Just to be clear: I didn't intend to imply anything about Odile's personal situation. I am sure she's doing nothing else apart from whatever the law/bilateral agreements stipulate in regards to pensioners in her situation. Odile, my sincere apologies if you interpret it this way, you know I wouldn't do it on purpose.

Re. status of people from EU: perhaps it will be an ugly "divorce", perhaps not. I personally find some of the requirements quite reasonable.
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  #7790  
Old 18.02.2017, 21:29
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Re: The Brexit referendum thread: potential consequences for GB, EU and the Brits in

Thanks gm- of course I didn't take your comment personally. My personal situation has of course nothing to do with the above post I'm quite sure most here understood that .

As I was married to a Brit, even though I didn't work for many years due to an accident and later as a SAHM - I was always covered by the NHS. Of course I worked before and after, about 30 years, and get a UK pension, both State and teachers' pension- so am fully entitled to reciprocal agreements as a Brit- albeit naturalised (1972) - franchise 300 + 10% - so paid 1000CHF for my recent knee replacement.
My spouse is a Brit and of course always worked - and that is the issue with those married to working Brits who are suddenly not covered, when they have always been in the past (OH worked for 41 years- I imagine quite a bit longer than the person who made the above comment- as well as 140hrs to 90 hrs per week, and only about 50 in the last 2 years before retirement- but this is of course totally irrelevant).

Last edited by Odile; 18.02.2017 at 21:46.
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  #7791  
Old 18.02.2017, 21:38
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Re: The Brexit referendum thread: potential consequences for GB, EU and the Brits in

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Thanks gm- of course I didn't take your comment personally. My personal situation has of course nothing to do with the above post I'm quite sure most her understood that .

As I was married to a Brit, even though I didn't work for many years due to an accident and later as a SAHM - I was always covered by the NHS. Of course I worked before and after, about 30 years, and get a UK pension, both State and teachers' pension- so am fully entitled to reciprocal agreements as a Brit- albeit naturalised (1972).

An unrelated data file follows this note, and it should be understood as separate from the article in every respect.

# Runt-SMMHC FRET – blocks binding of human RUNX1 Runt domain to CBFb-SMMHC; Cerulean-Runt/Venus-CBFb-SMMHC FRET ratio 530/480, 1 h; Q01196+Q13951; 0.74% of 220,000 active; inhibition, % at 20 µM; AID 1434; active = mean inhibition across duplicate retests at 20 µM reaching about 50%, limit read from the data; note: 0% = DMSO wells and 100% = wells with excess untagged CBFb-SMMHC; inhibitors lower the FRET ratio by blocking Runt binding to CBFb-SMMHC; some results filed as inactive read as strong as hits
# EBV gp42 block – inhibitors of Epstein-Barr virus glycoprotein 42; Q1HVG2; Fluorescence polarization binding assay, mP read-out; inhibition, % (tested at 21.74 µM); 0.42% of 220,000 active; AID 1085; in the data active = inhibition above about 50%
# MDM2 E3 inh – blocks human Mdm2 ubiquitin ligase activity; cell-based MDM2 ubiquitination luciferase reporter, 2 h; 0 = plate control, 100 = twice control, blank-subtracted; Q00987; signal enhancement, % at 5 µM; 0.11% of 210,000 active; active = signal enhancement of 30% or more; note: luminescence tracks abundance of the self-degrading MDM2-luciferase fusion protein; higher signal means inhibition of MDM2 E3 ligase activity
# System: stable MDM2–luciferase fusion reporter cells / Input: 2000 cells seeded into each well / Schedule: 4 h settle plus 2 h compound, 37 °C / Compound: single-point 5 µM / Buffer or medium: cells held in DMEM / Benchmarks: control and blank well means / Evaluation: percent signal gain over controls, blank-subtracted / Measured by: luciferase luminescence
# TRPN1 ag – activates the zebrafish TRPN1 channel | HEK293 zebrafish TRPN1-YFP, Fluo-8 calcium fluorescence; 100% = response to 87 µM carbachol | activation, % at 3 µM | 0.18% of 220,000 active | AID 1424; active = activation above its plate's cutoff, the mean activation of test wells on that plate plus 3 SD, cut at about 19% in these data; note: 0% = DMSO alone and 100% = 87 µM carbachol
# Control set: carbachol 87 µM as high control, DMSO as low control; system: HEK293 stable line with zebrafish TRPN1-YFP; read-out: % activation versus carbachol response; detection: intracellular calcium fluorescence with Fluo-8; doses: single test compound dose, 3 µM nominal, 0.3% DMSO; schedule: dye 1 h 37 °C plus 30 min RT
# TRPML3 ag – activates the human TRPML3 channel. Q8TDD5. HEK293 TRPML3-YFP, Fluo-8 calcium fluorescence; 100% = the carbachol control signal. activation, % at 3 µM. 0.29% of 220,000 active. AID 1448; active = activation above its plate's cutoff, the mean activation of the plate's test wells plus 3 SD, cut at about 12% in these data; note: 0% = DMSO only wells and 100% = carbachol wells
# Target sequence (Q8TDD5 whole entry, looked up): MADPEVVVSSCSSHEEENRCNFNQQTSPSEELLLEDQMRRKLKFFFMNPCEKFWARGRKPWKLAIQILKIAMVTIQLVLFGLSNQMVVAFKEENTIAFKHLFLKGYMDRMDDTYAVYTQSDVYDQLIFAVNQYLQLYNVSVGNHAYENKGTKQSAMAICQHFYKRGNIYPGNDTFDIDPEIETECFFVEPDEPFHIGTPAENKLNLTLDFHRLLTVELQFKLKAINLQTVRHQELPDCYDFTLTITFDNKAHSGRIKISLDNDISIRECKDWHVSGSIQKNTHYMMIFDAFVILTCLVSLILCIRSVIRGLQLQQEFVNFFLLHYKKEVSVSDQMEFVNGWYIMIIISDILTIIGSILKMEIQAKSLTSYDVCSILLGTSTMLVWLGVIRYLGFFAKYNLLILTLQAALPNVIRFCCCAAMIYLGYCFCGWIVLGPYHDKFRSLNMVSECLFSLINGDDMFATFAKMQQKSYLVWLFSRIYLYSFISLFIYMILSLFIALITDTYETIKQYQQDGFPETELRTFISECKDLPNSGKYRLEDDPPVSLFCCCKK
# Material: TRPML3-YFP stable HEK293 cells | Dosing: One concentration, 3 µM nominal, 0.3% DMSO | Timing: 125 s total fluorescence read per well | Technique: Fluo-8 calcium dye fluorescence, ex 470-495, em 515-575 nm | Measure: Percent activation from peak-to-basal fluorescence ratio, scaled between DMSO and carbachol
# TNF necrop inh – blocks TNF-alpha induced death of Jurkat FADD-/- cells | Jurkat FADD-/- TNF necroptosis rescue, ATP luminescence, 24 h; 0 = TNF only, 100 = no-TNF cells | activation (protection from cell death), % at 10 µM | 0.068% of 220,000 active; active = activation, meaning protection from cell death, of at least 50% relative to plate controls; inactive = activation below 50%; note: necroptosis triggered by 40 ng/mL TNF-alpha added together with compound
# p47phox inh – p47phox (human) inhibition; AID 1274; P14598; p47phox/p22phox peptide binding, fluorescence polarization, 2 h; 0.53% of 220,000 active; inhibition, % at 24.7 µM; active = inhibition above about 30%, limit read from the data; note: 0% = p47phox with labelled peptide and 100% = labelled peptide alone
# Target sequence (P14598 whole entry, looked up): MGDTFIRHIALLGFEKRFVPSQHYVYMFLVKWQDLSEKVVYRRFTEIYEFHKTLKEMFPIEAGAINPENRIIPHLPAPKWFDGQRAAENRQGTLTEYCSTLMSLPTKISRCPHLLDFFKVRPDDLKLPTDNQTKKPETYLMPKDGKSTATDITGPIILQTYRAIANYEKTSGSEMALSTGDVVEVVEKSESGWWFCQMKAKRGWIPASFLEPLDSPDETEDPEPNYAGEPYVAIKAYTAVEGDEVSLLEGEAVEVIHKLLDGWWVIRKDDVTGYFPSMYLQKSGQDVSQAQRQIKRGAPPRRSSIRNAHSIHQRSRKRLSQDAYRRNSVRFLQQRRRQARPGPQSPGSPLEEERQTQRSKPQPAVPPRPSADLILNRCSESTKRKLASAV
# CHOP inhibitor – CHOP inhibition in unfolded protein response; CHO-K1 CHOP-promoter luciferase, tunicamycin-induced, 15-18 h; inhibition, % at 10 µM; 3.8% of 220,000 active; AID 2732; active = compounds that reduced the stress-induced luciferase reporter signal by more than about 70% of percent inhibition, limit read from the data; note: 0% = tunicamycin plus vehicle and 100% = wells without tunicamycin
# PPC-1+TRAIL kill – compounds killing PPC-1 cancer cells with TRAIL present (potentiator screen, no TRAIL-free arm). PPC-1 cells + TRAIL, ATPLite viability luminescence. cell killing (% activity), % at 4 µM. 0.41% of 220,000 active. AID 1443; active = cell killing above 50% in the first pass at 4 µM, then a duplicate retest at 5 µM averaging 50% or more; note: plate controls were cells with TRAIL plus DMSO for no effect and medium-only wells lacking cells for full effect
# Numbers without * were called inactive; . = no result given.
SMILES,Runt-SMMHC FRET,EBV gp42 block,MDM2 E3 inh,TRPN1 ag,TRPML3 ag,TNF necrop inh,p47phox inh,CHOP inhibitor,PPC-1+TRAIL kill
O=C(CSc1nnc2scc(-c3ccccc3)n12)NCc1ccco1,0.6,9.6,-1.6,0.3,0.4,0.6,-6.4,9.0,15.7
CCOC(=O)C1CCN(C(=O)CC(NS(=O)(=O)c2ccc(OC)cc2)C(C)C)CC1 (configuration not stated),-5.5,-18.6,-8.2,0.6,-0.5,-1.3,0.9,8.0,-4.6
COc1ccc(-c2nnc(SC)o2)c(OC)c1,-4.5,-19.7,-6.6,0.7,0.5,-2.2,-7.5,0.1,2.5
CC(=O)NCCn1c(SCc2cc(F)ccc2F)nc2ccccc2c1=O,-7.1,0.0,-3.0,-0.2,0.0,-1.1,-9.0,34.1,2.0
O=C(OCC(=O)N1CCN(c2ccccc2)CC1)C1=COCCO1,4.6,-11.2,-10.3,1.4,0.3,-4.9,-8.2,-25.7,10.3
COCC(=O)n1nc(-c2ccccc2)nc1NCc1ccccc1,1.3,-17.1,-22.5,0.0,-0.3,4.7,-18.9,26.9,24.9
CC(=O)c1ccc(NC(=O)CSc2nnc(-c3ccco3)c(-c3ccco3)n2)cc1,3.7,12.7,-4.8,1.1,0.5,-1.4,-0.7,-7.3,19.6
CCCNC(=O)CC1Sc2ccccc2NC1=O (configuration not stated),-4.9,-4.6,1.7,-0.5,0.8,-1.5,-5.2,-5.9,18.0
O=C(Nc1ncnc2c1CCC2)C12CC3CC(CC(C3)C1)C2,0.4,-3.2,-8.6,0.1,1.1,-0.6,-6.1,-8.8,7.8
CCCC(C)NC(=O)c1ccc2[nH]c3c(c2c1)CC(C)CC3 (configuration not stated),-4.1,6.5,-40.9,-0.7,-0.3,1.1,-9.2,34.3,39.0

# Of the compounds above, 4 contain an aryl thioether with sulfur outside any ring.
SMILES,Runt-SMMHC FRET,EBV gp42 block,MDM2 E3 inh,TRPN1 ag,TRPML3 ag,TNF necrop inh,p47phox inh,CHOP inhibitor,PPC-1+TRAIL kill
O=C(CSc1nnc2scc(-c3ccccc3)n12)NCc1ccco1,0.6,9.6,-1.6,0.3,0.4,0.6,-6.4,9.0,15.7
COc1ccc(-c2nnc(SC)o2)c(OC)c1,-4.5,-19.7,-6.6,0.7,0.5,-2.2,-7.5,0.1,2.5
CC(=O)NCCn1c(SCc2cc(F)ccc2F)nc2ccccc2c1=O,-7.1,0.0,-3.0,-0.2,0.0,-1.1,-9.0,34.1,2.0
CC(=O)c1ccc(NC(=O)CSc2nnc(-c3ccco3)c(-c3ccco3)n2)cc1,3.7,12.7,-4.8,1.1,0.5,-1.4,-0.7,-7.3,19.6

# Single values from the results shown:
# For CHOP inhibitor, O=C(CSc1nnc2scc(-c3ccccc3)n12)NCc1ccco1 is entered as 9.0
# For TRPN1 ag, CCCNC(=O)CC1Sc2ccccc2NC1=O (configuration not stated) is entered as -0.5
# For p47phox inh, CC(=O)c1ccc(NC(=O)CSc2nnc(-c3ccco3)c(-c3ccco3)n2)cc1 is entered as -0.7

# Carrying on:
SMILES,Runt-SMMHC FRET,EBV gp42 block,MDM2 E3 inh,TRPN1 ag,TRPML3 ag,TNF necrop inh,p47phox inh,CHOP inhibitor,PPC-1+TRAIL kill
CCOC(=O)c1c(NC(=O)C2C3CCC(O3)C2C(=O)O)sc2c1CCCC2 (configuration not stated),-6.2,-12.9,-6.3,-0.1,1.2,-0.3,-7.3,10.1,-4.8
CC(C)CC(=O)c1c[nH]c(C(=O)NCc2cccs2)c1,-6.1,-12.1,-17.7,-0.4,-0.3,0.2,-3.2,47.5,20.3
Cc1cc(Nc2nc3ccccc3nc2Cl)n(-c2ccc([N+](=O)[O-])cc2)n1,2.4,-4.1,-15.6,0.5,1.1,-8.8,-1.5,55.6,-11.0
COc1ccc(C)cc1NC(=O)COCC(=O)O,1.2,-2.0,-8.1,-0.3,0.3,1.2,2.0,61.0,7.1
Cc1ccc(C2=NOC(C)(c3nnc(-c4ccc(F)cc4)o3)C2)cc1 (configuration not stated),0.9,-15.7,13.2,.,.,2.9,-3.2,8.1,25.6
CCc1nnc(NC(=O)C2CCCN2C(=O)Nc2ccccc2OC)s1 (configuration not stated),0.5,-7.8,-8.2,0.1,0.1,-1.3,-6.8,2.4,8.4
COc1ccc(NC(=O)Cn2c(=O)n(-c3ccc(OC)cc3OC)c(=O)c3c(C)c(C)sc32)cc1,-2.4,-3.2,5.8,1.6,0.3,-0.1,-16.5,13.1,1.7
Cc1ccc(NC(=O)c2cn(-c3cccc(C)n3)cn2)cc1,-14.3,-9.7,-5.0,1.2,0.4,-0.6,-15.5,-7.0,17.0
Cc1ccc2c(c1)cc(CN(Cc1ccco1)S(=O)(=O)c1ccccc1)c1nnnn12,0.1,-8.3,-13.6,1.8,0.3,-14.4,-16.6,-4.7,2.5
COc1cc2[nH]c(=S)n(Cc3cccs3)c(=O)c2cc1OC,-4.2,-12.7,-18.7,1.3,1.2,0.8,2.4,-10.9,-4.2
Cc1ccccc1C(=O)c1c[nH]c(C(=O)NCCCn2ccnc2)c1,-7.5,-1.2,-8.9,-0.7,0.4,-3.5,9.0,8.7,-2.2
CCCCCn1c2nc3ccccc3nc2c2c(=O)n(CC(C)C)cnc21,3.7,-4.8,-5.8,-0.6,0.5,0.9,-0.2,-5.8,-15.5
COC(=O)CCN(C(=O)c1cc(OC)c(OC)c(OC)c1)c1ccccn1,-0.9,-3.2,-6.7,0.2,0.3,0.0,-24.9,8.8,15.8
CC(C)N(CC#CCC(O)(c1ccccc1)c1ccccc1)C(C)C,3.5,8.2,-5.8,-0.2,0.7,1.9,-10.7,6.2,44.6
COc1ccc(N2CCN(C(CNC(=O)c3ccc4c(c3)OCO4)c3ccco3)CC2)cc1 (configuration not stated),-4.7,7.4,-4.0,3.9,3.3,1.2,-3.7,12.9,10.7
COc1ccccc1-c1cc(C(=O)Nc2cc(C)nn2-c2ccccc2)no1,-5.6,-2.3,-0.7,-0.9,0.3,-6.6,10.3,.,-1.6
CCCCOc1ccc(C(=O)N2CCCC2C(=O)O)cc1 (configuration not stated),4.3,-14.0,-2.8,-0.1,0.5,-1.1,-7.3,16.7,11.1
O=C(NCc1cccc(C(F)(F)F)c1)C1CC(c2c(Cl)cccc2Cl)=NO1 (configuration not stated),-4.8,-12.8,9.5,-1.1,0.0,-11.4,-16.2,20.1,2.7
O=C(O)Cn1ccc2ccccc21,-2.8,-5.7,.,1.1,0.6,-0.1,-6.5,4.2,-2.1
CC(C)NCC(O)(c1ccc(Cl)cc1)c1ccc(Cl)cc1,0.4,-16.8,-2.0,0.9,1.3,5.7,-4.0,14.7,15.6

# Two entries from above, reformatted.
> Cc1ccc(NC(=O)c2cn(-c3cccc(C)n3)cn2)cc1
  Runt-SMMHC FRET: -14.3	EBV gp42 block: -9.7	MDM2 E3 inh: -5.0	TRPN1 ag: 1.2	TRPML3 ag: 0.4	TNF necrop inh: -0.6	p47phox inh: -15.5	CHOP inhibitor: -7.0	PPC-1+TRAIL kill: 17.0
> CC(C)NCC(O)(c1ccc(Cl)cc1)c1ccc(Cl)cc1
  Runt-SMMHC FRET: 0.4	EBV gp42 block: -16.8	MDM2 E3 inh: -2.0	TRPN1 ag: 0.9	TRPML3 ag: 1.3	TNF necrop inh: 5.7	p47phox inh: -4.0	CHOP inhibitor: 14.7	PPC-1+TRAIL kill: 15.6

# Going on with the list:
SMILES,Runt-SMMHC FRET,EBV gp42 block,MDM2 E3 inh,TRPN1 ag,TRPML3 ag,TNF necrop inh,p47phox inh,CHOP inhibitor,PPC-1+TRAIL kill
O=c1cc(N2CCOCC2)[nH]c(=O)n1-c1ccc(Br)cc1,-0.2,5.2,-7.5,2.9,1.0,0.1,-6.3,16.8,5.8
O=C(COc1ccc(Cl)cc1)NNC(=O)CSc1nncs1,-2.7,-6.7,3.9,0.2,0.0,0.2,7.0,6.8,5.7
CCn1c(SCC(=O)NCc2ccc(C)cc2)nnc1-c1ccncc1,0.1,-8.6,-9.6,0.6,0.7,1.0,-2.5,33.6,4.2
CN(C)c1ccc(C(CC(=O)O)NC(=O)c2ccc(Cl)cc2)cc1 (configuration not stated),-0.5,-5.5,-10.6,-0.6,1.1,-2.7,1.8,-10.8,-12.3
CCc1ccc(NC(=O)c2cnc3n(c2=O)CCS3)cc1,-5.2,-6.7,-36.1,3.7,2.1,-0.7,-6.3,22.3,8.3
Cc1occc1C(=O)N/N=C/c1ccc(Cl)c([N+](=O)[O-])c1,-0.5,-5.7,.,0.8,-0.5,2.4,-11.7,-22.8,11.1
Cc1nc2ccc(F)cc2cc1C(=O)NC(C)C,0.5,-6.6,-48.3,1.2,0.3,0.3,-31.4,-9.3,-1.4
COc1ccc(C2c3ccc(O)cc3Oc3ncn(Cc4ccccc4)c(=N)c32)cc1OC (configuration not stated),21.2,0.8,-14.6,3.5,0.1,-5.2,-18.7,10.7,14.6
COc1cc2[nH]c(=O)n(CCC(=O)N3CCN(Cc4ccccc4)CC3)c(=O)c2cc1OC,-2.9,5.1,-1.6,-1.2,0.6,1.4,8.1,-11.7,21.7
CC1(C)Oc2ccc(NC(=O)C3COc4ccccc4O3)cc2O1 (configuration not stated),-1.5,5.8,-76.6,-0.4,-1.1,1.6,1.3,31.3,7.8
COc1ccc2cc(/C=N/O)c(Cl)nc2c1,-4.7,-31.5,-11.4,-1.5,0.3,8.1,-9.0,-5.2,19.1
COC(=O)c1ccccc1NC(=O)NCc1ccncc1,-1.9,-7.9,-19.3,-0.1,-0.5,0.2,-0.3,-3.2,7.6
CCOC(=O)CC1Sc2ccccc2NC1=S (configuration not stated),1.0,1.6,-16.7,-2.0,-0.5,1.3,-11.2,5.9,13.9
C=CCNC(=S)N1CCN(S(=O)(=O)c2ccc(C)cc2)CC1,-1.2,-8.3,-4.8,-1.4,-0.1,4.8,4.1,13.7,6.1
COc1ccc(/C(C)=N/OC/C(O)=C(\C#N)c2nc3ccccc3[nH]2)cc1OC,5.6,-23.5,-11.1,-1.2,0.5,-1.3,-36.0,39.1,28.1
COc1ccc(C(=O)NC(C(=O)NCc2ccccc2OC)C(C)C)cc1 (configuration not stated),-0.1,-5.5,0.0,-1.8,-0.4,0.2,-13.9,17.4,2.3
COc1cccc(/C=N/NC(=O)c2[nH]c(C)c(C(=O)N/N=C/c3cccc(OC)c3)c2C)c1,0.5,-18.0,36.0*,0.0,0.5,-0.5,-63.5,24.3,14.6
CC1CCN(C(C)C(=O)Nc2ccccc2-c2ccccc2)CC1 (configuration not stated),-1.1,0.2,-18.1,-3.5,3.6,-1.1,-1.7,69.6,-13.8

My spouse is a Brit and of course always worked - and that is the issue with those married to working Brits who are suddenly not covered, when they have always been in the past.
The UK is very generous paying for 'free' healthcare, (paid for by taxpayers it's not free at all). Of course Swiss people who lived & worked in CH have to pay their own health insurance when working & in retirement.
Makes the UK OAP worth 50% more than it looks on paper...... at the moment!
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  #7792  
Old 18.02.2017, 21:52
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Re: The Brexit referendum thread: potential consequences for GB, EU and the Brits in

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In the meantime, the uncertainty for EU residents in the UK increases. Refused residency because they don't have health insurance? What happened to reciprocal agreements? Seems that unless you are in work, you must have an EHIC card from your own EU country, in date, and this will only be valid for4 emergencies.

http://www.bbc.com/news/uk-39014191?...source=twitter

That includes women married to British men, and vice versa, but who stay at home to look after kids or don't work. There must be 1000s in the same situation.
It has always been the case but I guess they are tightening things up now in the same way that they are trying to ensure overseas patients pay for their hospital treatment.
Even uk nationals who have lived overseas for a few years technically have a waiting period before they have access to free NHS treatment and have to prove that they are actually resident. How rigidly this is implemented seems to vary widely depending on where you are.
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  #7793  
Old 20.02.2017, 01:07
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Re: The Brexit referendum thread: potential consequences for GB, EU and the Brits in

Oxford University set to break with 700 years of tradition and open a foreign campus - after France offers Brexit sweetener

Jean-Michel Blanquer, the former director-general of the French ministry for education, confirmed that efforts were under way to lure Britain’s best universities across the Channel.

Oxford has been told that any campus opened in France could have French legal status and would continue to receive EU funding.

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  #7794  
Old 20.02.2017, 09:53
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Re: The Brexit referendum thread: potential consequences for GB, EU and the Brits in

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Did I understand you correctly? You want to send all the foreign nurses, doctors, IT people back to their home countries.... why? Britain has not trained enough people for about 50 years, and desperately needs MORE skilled employees. Where will they come from? The unemployment queue does not have very many skilled people!
Haha, yes. Look, there will be some solutions


https://www.theguardian.com/politics...s-after-brexit

and here

http://www.independent.co.uk/news/uk...-a7345246.html